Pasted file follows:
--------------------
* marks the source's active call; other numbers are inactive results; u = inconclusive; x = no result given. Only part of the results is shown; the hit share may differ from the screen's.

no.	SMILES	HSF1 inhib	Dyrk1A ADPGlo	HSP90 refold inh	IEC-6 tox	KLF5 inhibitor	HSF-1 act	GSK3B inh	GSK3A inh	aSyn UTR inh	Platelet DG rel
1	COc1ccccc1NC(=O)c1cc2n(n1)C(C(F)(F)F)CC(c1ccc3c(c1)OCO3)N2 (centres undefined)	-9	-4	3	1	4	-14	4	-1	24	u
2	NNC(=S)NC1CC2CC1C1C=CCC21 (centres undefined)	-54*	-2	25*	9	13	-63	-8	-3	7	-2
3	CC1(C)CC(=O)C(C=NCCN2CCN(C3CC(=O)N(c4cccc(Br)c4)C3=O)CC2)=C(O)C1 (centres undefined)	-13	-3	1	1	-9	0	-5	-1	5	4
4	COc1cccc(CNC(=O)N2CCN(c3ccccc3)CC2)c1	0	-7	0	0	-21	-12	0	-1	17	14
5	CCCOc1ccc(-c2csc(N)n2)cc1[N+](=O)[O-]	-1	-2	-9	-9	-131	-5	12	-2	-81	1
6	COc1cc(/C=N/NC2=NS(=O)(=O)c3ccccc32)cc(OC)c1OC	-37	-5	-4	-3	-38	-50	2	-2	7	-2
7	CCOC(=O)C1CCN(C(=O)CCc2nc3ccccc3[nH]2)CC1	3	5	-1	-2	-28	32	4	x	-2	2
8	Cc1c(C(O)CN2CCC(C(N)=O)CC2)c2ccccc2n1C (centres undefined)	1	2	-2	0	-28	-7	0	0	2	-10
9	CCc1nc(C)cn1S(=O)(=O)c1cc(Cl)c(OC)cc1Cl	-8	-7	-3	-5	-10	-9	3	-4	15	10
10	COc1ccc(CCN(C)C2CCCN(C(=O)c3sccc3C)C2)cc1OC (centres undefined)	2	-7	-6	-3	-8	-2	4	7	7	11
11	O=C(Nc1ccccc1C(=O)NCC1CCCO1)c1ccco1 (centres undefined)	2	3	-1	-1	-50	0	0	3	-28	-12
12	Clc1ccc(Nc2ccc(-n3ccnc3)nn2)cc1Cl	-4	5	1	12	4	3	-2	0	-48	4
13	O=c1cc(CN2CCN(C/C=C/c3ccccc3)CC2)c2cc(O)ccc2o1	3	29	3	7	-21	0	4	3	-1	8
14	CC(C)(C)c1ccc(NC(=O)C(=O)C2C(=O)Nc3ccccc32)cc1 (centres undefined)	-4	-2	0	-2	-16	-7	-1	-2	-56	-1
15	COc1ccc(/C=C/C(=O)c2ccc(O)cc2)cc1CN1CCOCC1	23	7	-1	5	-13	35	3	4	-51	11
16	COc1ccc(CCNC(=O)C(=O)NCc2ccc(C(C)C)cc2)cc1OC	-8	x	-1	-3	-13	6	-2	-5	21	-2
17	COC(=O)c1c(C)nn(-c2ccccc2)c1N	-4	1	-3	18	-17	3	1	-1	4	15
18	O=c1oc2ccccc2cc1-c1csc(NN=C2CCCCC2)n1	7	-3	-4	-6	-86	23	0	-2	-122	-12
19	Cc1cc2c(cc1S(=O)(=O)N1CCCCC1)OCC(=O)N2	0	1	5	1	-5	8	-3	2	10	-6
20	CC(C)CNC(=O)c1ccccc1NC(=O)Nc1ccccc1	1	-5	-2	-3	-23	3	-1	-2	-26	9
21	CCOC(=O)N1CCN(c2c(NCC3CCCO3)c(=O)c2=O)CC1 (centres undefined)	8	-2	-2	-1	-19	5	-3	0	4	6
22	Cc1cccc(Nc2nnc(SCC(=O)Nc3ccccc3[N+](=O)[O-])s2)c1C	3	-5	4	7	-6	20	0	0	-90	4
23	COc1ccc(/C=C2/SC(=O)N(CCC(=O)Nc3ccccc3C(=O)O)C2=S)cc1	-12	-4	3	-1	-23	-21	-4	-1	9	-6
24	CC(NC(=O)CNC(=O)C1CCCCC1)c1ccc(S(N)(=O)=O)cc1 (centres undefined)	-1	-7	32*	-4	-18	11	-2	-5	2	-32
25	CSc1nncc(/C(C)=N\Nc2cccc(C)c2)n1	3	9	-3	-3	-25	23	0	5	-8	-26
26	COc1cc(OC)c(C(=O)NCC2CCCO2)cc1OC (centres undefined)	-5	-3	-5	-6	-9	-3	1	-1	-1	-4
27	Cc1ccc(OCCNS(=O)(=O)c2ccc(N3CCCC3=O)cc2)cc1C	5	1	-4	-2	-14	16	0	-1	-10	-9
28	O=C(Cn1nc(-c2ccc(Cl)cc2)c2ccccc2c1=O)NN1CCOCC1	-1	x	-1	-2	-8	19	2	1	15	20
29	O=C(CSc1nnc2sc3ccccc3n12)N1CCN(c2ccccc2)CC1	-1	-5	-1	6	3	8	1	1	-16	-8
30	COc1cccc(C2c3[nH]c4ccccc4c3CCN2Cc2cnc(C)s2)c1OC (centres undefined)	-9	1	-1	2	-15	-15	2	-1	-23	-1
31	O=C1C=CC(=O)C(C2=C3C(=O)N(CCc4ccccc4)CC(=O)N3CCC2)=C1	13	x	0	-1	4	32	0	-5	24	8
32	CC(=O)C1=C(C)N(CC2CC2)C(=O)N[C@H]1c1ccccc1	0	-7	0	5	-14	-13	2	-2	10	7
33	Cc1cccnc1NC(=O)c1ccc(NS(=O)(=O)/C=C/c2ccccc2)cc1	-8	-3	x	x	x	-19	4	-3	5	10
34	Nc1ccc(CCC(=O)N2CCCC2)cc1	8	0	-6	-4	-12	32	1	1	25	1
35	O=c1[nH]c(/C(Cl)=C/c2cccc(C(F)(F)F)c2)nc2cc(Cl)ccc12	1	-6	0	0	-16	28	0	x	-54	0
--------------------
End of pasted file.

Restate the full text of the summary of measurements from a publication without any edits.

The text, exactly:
* marks the source's active call; other numbers are inactive results; u = inconclusive; x = no result given. Only part of the results is shown; the hit share may differ from the screen's.

no.	SMILES	HSF1 inhib	Dyrk1A ADPGlo	HSP90 refold inh	IEC-6 tox	KLF5 inhibitor	HSF-1 act	GSK3B inh	GSK3A inh	aSyn UTR inh	Platelet DG rel
1	COc1ccccc1NC(=O)c1cc2n(n1)C(C(F)(F)F)CC(c1ccc3c(c1)OCO3)N2 (centres undefined)	-9	-4	3	1	4	-14	4	-1	24	u
2	NNC(=S)NC1CC2CC1C1C=CCC21 (centres undefined)	-54*	-2	25*	9	13	-63	-8	-3	7	-2
3	CC1(C)CC(=O)C(C=NCCN2CCN(C3CC(=O)N(c4cccc(Br)c4)C3=O)CC2)=C(O)C1 (centres undefined)	-13	-3	1	1	-9	0	-5	-1	5	4
4	COc1cccc(CNC(=O)N2CCN(c3ccccc3)CC2)c1	0	-7	0	0	-21	-12	0	-1	17	14
5	CCCOc1ccc(-c2csc(N)n2)cc1[N+](=O)[O-]	-1	-2	-9	-9	-131	-5	12	-2	-81	1
6	COc1cc(/C=N/NC2=NS(=O)(=O)c3ccccc32)cc(OC)c1OC	-37	-5	-4	-3	-38	-50	2	-2	7	-2
7	CCOC(=O)C1CCN(C(=O)CCc2nc3ccccc3[nH]2)CC1	3	5	-1	-2	-28	32	4	x	-2	2
8	Cc1c(C(O)CN2CCC(C(N)=O)CC2)c2ccccc2n1C (centres undefined)	1	2	-2	0	-28	-7	0	0	2	-10
9	CCc1nc(C)cn1S(=O)(=O)c1cc(Cl)c(OC)cc1Cl	-8	-7	-3	-5	-10	-9	3	-4	15	10
10	COc1ccc(CCN(C)C2CCCN(C(=O)c3sccc3C)C2)cc1OC (centres undefined)	2	-7	-6	-3	-8	-2	4	7	7	11
11	O=C(Nc1ccccc1C(=O)NCC1CCCO1)c1ccco1 (centres undefined)	2	3	-1	-1	-50	0	0	3	-28	-12
12	Clc1ccc(Nc2ccc(-n3ccnc3)nn2)cc1Cl	-4	5	1	12	4	3	-2	0	-48	4
13	O=c1cc(CN2CCN(C/C=C/c3ccccc3)CC2)c2cc(O)ccc2o1	3	29	3	7	-21	0	4	3	-1	8
14	CC(C)(C)c1ccc(NC(=O)C(=O)C2C(=O)Nc3ccccc32)cc1 (centres undefined)	-4	-2	0	-2	-16	-7	-1	-2	-56	-1
15	COc1ccc(/C=C/C(=O)c2ccc(O)cc2)cc1CN1CCOCC1	23	7	-1	5	-13	35	3	4	-51	11
16	COc1ccc(CCNC(=O)C(=O)NCc2ccc(C(C)C)cc2)cc1OC	-8	x	-1	-3	-13	6	-2	-5	21	-2
17	COC(=O)c1c(C)nn(-c2ccccc2)c1N	-4	1	-3	18	-17	3	1	-1	4	15
18	O=c1oc2ccccc2cc1-c1csc(NN=C2CCCCC2)n1	7	-3	-4	-6	-86	23	0	-2	-122	-12
19	Cc1cc2c(cc1S(=O)(=O)N1CCCCC1)OCC(=O)N2	0	1	5	1	-5	8	-3	2	10	-6
20	CC(C)CNC(=O)c1ccccc1NC(=O)Nc1ccccc1	1	-5	-2	-3	-23	3	-1	-2	-26	9
21	CCOC(=O)N1CCN(c2c(NCC3CCCO3)c(=O)c2=O)CC1 (centres undefined)	8	-2	-2	-1	-19	5	-3	0	4	6
22	Cc1cccc(Nc2nnc(SCC(=O)Nc3ccccc3[N+](=O)[O-])s2)c1C	3	-5	4	7	-6	20	0	0	-90	4
23	COc1ccc(/C=C2/SC(=O)N(CCC(=O)Nc3ccccc3C(=O)O)C2=S)cc1	-12	-4	3	-1	-23	-21	-4	-1	9	-6
24	CC(NC(=O)CNC(=O)C1CCCCC1)c1ccc(S(N)(=O)=O)cc1 (centres undefined)	-1	-7	32*	-4	-18	11	-2	-5	2	-32
25	CSc1nncc(/C(C)=N\Nc2cccc(C)c2)n1	3	9	-3	-3	-25	23	0	5	-8	-26
26	COc1cc(OC)c(C(=O)NCC2CCCO2)cc1OC (centres undefined)	-5	-3	-5	-6	-9	-3	1	-1	-1	-4
27	Cc1ccc(OCCNS(=O)(=O)c2ccc(N3CCCC3=O)cc2)cc1C	5	1	-4	-2	-14	16	0	-1	-10	-9
28	O=C(Cn1nc(-c2ccc(Cl)cc2)c2ccccc2c1=O)NN1CCOCC1	-1	x	-1	-2	-8	19	2	1	15	20
29	O=C(CSc1nnc2sc3ccccc3n12)N1CCN(c2ccccc2)CC1	-1	-5	-1	6	3	8	1	1	-16	-8
30	COc1cccc(C2c3[nH]c4ccccc4c3CCN2Cc2cnc(C)s2)c1OC (centres undefined)	-9	1	-1	2	-15	-15	2	-1	-23	-1
31	O=C1C=CC(=O)C(C2=C3C(=O)N(CCc4ccccc4)CC(=O)N3CCC2)=C1	13	x	0	-1	4	32	0	-5	24	8
32	CC(=O)C1=C(C)N(CC2CC2)C(=O)N[C@H]1c1ccccc1	0	-7	0	5	-14	-13	2	-2	10	7
33	Cc1cccnc1NC(=O)c1ccc(NS(=O)(=O)/C=C/c2ccccc2)cc1	-8	-3	x	x	x	-19	4	-3	5	10
34	Nc1ccc(CCC(=O)N2CCCC2)cc1	8	0	-6	-4	-12	32	1	1	25	1
35	O=c1[nH]c(/C(Cl)=C/c2cccc(C(F)(F)F)c2)nc2cc(Cl)ccc12	1	-6	0	0	-16	28	0	x	-54	0